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Police in Mangalore fail to coordinate; miss chances to nab IM men

Police in Mangalore fail to coordinate; miss chances to nab IM men

Mangalore Today News Network

Mangalore, Jan 20, 2012 : A DNA report revealed how poor communication and lack of cooperation between various police investigative agencies and the local police in several areas including Mangalore has led to unsuccessful police operations.

bhatkal 1Recently, a decision on the part of the Anti Terrorism Squad (ATS) of Maharashtra to pick up Naqi Ahmed, an informer for the Delhi police when the Delhi police were conducting an operation to arrest Yasin Bhatkal, a member of the Indian Mujahideen (IM), has led to a controversy. While the ATS says that they were not aware of the operation, the incident clearly illustrates the huge communication gap between various investigative agencies in India.

Back in September 2008, the Mumbai police had pulled out into the open a large IM module, during which they had nabbed Saqid Shaikh, a top IM leader, who had then provided valuable information regarding its other leaders and especially about the Bhatkal brothers Riyaz and Iqbal.

Three teams set out in different directions to work on this angle. One of the teams headed over to Delhi to keep an eye on an IM module led by Atif Amin, another went to Mangalore, and the third went to Azamgarh.

A police officer, who was part of this operation, said that when their team was camping in Delhi on September 18, a team of Delhi police officers conducted a raid on L-18, Batla House where the terrorists were hiding. While the team was confident of capturing them alive, Amin and another terrorist were killed in police encounter. Since Amin was the leader of an IM module, he could have revealed valuable information regarding other modules had he been captured alive. This sudden move on the part of the Delhi police wrecked the operation of all the three teams.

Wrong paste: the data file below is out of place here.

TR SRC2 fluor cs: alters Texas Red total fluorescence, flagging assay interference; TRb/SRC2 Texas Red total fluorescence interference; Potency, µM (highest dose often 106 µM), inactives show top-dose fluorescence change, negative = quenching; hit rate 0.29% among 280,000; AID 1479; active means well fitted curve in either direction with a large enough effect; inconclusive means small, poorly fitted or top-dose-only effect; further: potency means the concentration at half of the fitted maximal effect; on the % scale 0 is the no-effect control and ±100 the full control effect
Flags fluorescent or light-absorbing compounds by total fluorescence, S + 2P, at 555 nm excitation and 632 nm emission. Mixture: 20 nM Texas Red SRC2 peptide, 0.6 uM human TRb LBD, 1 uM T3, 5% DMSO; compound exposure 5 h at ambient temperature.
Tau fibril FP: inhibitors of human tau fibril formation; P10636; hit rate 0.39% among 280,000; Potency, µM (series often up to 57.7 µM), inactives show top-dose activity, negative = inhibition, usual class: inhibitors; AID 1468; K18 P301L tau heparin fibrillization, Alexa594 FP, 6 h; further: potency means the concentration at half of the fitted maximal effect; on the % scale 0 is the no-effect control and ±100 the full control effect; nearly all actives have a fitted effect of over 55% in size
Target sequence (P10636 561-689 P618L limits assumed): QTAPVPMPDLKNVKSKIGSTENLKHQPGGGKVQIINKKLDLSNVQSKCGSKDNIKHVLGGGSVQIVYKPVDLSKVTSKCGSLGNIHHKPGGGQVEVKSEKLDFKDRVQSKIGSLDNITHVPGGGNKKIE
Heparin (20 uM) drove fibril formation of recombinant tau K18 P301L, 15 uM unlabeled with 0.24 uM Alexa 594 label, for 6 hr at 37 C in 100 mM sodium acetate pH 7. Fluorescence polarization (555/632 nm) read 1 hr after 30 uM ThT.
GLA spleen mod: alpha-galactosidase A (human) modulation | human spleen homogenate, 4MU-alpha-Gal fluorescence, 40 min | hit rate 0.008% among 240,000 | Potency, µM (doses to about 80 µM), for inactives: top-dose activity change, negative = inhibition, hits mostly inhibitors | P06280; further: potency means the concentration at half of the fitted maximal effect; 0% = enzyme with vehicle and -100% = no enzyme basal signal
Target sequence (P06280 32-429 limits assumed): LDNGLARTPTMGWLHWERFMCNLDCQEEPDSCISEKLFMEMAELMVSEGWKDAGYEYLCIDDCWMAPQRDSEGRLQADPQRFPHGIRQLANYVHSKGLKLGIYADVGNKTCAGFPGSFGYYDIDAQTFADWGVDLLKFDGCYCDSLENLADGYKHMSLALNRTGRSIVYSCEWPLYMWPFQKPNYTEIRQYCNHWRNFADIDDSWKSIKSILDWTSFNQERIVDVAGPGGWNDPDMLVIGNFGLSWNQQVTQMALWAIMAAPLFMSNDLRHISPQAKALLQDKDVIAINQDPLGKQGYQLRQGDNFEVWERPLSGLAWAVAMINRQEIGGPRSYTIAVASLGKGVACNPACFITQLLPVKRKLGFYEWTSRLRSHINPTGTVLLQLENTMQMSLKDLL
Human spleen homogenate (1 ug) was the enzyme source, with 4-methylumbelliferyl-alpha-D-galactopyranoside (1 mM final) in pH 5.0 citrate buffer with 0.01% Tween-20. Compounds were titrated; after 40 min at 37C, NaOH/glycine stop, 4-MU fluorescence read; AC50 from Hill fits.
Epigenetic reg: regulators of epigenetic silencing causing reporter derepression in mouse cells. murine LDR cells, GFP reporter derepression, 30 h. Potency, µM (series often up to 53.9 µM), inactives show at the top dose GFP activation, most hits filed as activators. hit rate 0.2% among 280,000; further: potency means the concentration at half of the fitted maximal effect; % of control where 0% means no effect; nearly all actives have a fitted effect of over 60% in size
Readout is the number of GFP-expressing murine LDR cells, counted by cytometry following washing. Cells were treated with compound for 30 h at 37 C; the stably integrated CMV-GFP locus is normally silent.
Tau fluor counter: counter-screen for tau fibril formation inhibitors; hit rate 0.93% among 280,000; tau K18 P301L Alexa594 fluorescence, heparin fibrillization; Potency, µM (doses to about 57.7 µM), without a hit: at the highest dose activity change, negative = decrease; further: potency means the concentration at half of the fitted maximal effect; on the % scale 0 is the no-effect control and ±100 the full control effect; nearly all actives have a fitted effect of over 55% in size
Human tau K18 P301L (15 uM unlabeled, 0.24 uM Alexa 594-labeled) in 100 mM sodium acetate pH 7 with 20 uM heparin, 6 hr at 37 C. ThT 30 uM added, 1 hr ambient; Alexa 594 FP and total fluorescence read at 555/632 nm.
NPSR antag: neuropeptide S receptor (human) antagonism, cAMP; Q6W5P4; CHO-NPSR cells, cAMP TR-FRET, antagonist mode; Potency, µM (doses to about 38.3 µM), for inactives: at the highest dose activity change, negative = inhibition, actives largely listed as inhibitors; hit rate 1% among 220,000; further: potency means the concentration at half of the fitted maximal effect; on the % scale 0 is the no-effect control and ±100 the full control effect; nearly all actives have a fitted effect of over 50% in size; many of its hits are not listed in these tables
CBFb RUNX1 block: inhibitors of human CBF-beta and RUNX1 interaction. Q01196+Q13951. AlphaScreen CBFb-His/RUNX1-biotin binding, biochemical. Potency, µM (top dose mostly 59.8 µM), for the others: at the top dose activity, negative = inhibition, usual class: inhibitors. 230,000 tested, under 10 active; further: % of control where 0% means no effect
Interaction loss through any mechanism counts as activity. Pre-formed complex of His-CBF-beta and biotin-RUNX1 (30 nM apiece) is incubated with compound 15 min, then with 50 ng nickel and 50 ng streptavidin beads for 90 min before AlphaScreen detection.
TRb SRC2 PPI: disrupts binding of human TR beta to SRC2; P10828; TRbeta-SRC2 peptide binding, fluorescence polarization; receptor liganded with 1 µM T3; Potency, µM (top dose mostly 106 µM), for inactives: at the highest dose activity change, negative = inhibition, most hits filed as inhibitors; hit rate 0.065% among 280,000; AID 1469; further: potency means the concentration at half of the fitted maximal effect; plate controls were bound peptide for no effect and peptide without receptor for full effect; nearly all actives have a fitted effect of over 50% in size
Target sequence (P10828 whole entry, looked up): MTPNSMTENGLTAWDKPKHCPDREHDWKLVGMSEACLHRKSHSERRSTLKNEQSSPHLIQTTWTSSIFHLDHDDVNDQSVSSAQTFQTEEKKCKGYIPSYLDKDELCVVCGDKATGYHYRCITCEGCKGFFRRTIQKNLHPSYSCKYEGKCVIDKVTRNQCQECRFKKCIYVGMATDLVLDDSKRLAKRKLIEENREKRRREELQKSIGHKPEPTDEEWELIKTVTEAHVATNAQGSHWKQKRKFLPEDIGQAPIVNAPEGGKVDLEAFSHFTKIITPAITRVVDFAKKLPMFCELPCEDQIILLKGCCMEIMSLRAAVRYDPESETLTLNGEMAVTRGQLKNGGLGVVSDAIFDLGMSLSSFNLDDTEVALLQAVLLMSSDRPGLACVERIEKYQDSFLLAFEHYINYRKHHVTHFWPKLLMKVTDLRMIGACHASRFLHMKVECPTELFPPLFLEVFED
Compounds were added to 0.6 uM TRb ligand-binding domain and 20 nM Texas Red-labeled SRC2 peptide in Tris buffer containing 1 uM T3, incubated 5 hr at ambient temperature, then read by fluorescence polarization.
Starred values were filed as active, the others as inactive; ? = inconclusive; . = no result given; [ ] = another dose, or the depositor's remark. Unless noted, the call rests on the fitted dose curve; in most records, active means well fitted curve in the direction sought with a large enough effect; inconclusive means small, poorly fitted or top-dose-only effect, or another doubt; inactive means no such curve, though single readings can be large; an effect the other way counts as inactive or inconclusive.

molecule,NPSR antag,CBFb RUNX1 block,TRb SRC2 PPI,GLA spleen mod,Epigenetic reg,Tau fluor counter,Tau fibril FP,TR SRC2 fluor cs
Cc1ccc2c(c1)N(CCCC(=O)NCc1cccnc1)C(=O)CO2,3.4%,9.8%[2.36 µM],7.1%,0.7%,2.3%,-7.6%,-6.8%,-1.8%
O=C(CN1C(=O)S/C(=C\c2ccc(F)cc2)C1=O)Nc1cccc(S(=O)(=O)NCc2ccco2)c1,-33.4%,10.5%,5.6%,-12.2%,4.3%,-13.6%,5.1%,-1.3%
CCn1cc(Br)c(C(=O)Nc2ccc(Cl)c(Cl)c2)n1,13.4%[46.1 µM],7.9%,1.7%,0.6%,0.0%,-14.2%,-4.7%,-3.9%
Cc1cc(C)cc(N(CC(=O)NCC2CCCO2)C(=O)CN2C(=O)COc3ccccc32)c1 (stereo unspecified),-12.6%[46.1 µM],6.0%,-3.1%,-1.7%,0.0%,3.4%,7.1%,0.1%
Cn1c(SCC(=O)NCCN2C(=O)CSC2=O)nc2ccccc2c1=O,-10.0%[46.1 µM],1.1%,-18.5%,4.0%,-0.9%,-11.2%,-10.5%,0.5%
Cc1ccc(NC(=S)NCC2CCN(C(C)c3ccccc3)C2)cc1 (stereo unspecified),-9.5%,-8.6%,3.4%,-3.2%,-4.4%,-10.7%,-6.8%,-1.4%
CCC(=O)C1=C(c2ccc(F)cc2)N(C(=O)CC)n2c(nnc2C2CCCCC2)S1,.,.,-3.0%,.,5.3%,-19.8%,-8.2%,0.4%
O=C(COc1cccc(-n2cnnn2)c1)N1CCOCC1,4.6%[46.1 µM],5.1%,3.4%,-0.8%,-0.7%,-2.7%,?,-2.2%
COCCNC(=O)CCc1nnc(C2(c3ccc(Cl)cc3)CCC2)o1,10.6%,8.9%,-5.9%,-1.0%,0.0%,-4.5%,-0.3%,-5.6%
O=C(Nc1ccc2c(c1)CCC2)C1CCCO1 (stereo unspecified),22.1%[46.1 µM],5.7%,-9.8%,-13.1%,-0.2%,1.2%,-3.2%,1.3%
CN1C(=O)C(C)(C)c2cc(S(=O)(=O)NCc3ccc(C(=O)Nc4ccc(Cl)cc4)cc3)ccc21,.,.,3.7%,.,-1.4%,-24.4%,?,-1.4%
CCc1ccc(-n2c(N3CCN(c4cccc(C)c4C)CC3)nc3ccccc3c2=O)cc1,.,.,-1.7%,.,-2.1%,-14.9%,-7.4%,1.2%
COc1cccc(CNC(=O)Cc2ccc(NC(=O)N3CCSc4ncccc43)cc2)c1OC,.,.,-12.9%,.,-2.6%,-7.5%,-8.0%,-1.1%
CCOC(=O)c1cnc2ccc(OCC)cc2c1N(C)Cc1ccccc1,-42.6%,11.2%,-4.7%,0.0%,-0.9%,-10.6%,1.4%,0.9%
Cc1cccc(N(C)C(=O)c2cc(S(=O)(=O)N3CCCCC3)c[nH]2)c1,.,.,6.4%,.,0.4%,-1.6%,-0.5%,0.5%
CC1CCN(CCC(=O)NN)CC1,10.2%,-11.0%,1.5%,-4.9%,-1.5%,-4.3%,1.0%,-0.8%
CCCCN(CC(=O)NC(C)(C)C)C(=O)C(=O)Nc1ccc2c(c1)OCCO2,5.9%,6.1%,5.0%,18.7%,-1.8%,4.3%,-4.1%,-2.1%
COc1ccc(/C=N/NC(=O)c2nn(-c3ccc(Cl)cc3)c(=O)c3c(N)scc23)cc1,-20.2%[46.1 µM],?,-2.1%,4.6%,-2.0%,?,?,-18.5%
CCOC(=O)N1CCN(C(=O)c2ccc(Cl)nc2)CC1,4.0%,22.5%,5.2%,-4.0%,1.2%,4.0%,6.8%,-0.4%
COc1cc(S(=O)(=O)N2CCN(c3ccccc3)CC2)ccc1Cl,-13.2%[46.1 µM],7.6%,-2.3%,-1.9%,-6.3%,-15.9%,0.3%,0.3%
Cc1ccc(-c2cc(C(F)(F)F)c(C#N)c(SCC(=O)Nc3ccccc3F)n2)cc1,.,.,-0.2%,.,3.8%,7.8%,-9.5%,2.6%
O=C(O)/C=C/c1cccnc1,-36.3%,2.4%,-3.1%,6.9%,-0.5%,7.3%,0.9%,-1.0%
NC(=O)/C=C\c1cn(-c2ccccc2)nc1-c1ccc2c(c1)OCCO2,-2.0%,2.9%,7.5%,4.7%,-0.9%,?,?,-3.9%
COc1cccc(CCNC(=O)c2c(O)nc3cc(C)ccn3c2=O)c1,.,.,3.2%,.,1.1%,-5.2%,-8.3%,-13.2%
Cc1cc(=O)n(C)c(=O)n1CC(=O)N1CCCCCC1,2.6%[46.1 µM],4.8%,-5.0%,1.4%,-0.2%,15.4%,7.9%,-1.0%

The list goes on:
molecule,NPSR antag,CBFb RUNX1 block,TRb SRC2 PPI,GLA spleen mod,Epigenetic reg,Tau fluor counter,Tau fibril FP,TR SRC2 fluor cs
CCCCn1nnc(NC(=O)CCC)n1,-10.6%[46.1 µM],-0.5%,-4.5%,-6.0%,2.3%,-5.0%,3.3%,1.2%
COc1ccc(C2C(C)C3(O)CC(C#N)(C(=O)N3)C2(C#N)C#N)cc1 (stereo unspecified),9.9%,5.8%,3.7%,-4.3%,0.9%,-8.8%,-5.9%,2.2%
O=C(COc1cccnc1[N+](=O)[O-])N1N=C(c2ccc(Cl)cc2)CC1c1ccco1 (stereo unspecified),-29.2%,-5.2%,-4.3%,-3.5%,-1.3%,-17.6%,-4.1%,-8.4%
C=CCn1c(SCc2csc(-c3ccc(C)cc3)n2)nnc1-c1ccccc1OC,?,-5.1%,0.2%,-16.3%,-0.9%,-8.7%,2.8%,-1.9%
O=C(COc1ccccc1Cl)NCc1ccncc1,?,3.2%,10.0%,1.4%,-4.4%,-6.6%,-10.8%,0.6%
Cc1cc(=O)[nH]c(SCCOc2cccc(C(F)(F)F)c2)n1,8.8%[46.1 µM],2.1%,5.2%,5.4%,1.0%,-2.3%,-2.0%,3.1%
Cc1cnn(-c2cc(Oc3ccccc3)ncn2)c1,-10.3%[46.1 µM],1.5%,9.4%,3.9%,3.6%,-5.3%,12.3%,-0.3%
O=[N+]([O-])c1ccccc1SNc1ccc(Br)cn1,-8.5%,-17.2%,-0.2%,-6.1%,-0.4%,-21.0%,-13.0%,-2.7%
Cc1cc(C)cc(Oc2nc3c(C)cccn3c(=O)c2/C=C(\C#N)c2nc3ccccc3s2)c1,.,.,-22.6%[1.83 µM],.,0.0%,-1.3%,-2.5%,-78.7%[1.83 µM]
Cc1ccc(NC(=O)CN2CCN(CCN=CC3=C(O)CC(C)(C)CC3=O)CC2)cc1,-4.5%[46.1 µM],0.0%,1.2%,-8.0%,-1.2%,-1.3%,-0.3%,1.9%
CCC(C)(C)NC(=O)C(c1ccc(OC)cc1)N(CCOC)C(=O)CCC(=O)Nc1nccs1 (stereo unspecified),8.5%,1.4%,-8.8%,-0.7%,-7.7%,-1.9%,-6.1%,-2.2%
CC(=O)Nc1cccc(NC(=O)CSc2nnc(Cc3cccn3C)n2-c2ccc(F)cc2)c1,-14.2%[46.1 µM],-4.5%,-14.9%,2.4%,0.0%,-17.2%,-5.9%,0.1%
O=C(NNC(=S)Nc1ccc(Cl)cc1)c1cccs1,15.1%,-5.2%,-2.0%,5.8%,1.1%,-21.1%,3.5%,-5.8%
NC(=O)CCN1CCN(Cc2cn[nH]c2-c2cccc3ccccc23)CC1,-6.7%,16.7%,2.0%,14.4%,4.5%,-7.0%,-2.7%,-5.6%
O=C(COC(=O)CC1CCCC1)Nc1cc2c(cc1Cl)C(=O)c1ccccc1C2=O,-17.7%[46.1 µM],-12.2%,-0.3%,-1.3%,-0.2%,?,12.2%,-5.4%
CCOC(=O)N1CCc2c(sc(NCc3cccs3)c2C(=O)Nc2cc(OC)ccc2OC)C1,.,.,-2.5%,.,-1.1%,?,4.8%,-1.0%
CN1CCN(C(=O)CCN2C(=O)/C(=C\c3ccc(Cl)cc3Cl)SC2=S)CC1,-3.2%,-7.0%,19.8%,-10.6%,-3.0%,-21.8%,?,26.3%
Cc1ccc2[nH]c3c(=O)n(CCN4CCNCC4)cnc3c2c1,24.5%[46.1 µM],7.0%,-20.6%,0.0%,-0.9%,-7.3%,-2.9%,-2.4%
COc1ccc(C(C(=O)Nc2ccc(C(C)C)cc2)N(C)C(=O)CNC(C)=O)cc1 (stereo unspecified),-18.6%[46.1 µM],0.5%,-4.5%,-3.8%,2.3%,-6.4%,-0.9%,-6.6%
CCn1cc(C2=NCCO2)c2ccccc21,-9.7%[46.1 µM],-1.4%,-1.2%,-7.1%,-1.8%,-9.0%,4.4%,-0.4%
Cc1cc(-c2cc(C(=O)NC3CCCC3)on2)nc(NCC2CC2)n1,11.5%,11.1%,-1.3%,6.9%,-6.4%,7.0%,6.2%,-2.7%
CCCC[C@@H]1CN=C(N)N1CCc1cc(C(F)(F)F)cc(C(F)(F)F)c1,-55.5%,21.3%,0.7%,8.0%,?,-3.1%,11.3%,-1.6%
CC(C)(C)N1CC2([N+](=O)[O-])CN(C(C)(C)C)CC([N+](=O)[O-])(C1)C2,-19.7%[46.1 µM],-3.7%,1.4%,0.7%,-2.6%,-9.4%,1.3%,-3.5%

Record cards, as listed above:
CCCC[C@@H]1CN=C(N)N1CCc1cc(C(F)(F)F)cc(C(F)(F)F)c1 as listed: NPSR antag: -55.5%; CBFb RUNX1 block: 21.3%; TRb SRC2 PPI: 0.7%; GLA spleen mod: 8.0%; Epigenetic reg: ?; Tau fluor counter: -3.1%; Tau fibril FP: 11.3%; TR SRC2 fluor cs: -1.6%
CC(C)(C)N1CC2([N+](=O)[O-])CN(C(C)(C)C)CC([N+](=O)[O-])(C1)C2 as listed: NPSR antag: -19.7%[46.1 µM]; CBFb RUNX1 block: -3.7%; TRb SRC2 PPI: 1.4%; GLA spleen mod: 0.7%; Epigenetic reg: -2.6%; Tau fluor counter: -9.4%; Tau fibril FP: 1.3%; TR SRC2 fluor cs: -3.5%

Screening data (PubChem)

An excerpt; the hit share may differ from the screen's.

The team, which went to Mangalore, also faced similar problems from the Mangalore city police. Acting on a tip off, a team of Mangalore police raided an address where the Bhatkal brothers were hiding on September 29. Since the team did not have any information about the hideout, they urged the local police to help them out. Surprisingly, the local police turned down their request on grounds that this would lead to communal unrest in a Muslim stronghold, especially during the festive season.

When the team informed their senior officials in Mumbai that the local police were refusing to cooperate, Deven Bharti, the additional commissioner of police, flew to Mangalore to request the local police to cooperate with the team. When the Mangalore police finally decided to help, the Bhatkal brothers had made good their escape.

The team that went the Azamgarh faced similar problems because the members of the IM module there had already fled into Nepal.

Y. P. Singh, a lawyer and former IPS officer, said that there is always competition within the police force to be the first to solve the case whenever some vital information is made available. Owing to this competitive spirit and lack of coordination, top criminals often give police the slip. He voiced his opinion that when a police agency is working in some other state, they must take the local police into confidence and involve them in the investigation. 


Courtesy: DNA, Mumbai

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